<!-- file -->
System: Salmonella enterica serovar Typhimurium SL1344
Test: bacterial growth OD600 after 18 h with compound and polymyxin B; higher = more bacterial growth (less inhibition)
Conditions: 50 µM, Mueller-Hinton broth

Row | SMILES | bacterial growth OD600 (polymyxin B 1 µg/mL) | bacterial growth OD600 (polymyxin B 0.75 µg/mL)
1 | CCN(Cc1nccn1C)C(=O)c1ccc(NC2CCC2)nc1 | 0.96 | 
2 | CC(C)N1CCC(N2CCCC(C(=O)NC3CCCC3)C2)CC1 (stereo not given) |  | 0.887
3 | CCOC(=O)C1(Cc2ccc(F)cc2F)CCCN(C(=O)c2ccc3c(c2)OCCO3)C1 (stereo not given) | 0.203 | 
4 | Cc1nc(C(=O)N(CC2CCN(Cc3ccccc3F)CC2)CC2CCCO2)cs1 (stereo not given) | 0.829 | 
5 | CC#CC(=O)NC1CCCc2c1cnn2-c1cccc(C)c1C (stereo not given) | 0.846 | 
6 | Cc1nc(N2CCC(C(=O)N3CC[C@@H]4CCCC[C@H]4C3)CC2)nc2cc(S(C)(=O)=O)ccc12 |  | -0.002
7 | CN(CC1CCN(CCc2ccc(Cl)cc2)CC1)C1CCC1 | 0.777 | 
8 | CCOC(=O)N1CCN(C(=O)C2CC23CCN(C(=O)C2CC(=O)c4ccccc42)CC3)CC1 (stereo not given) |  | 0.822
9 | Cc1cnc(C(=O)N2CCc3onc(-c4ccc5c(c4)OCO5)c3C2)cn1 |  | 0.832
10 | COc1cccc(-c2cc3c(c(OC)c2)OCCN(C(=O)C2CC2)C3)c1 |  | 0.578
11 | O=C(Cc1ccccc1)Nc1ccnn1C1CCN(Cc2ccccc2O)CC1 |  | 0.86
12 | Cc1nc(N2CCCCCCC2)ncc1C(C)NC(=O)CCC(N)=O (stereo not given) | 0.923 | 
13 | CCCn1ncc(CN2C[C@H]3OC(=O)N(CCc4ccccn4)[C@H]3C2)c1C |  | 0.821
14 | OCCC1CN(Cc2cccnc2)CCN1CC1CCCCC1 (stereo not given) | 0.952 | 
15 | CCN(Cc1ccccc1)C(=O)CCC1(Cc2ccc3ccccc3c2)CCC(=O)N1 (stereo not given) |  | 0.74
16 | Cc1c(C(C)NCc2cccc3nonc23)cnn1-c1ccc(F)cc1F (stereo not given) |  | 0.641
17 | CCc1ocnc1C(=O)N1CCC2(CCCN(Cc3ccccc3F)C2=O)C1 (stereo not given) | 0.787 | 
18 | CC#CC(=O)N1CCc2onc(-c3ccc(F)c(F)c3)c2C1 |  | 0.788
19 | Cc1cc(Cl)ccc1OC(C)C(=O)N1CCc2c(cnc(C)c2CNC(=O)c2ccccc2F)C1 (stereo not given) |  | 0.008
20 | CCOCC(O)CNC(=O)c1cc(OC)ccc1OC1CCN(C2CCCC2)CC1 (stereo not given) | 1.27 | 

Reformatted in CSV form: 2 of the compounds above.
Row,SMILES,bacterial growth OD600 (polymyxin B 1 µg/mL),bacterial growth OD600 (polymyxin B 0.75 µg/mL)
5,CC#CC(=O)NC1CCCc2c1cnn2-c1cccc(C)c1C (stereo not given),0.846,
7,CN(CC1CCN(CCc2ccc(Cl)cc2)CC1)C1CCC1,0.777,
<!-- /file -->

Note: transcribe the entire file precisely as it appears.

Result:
System: Salmonella enterica serovar Typhimurium SL1344
Test: bacterial growth OD600 after 18 h with compound and polymyxin B; higher = more bacterial growth (less inhibition)
Conditions: 50 µM, Mueller-Hinton broth

Row | SMILES | bacterial growth OD600 (polymyxin B 1 µg/mL) | bacterial growth OD600 (polymyxin B 0.75 µg/mL)
1 | CCN(Cc1nccn1C)C(=O)c1ccc(NC2CCC2)nc1 | 0.96 | 
2 | CC(C)N1CCC(N2CCCC(C(=O)NC3CCCC3)C2)CC1 (stereo not given) |  | 0.887
3 | CCOC(=O)C1(Cc2ccc(F)cc2F)CCCN(C(=O)c2ccc3c(c2)OCCO3)C1 (stereo not given) | 0.203 | 
4 | Cc1nc(C(=O)N(CC2CCN(Cc3ccccc3F)CC2)CC2CCCO2)cs1 (stereo not given) | 0.829 | 
5 | CC#CC(=O)NC1CCCc2c1cnn2-c1cccc(C)c1C (stereo not given) | 0.846 | 
6 | Cc1nc(N2CCC(C(=O)N3CC[C@@H]4CCCC[C@H]4C3)CC2)nc2cc(S(C)(=O)=O)ccc12 |  | -0.002
7 | CN(CC1CCN(CCc2ccc(Cl)cc2)CC1)C1CCC1 | 0.777 | 
8 | CCOC(=O)N1CCN(C(=O)C2CC23CCN(C(=O)C2CC(=O)c4ccccc42)CC3)CC1 (stereo not given) |  | 0.822
9 | Cc1cnc(C(=O)N2CCc3onc(-c4ccc5c(c4)OCO5)c3C2)cn1 |  | 0.832
10 | COc1cccc(-c2cc3c(c(OC)c2)OCCN(C(=O)C2CC2)C3)c1 |  | 0.578
11 | O=C(Cc1ccccc1)Nc1ccnn1C1CCN(Cc2ccccc2O)CC1 |  | 0.86
12 | Cc1nc(N2CCCCCCC2)ncc1C(C)NC(=O)CCC(N)=O (stereo not given) | 0.923 | 
13 | CCCn1ncc(CN2C[C@H]3OC(=O)N(CCc4ccccn4)[C@H]3C2)c1C |  | 0.821
14 | OCCC1CN(Cc2cccnc2)CCN1CC1CCCCC1 (stereo not given) | 0.952 | 
15 | CCN(Cc1ccccc1)C(=O)CCC1(Cc2ccc3ccccc3c2)CCC(=O)N1 (stereo not given) |  | 0.74
16 | Cc1c(C(C)NCc2cccc3nonc23)cnn1-c1ccc(F)cc1F (stereo not given) |  | 0.641
17 | CCc1ocnc1C(=O)N1CCC2(CCCN(Cc3ccccc3F)C2=O)C1 (stereo not given) | 0.787 | 
18 | CC#CC(=O)N1CCc2onc(-c3ccc(F)c(F)c3)c2C1 |  | 0.788
19 | Cc1cc(Cl)ccc1OC(C)C(=O)N1CCc2c(cnc(C)c2CNC(=O)c2ccccc2F)C1 (stereo not given) |  | 0.008
20 | CCOCC(O)CNC(=O)c1cc(OC)ccc1OC1CCN(C2CCCC2)CC1 (stereo not given) | 1.27 | 

Reformatted in CSV form: 2 of the compounds above.
Row,SMILES,bacterial growth OD600 (polymyxin B 1 µg/mL),bacterial growth OD600 (polymyxin B 0.75 µg/mL)
5,CC#CC(=O)NC1CCCc2c1cnn2-c1cccc(C)c1C (stereo not given),0.846,
7,CN(CC1CCN(CCc2ccc(Cl)cc2)CC1)C1CCC1,0.777,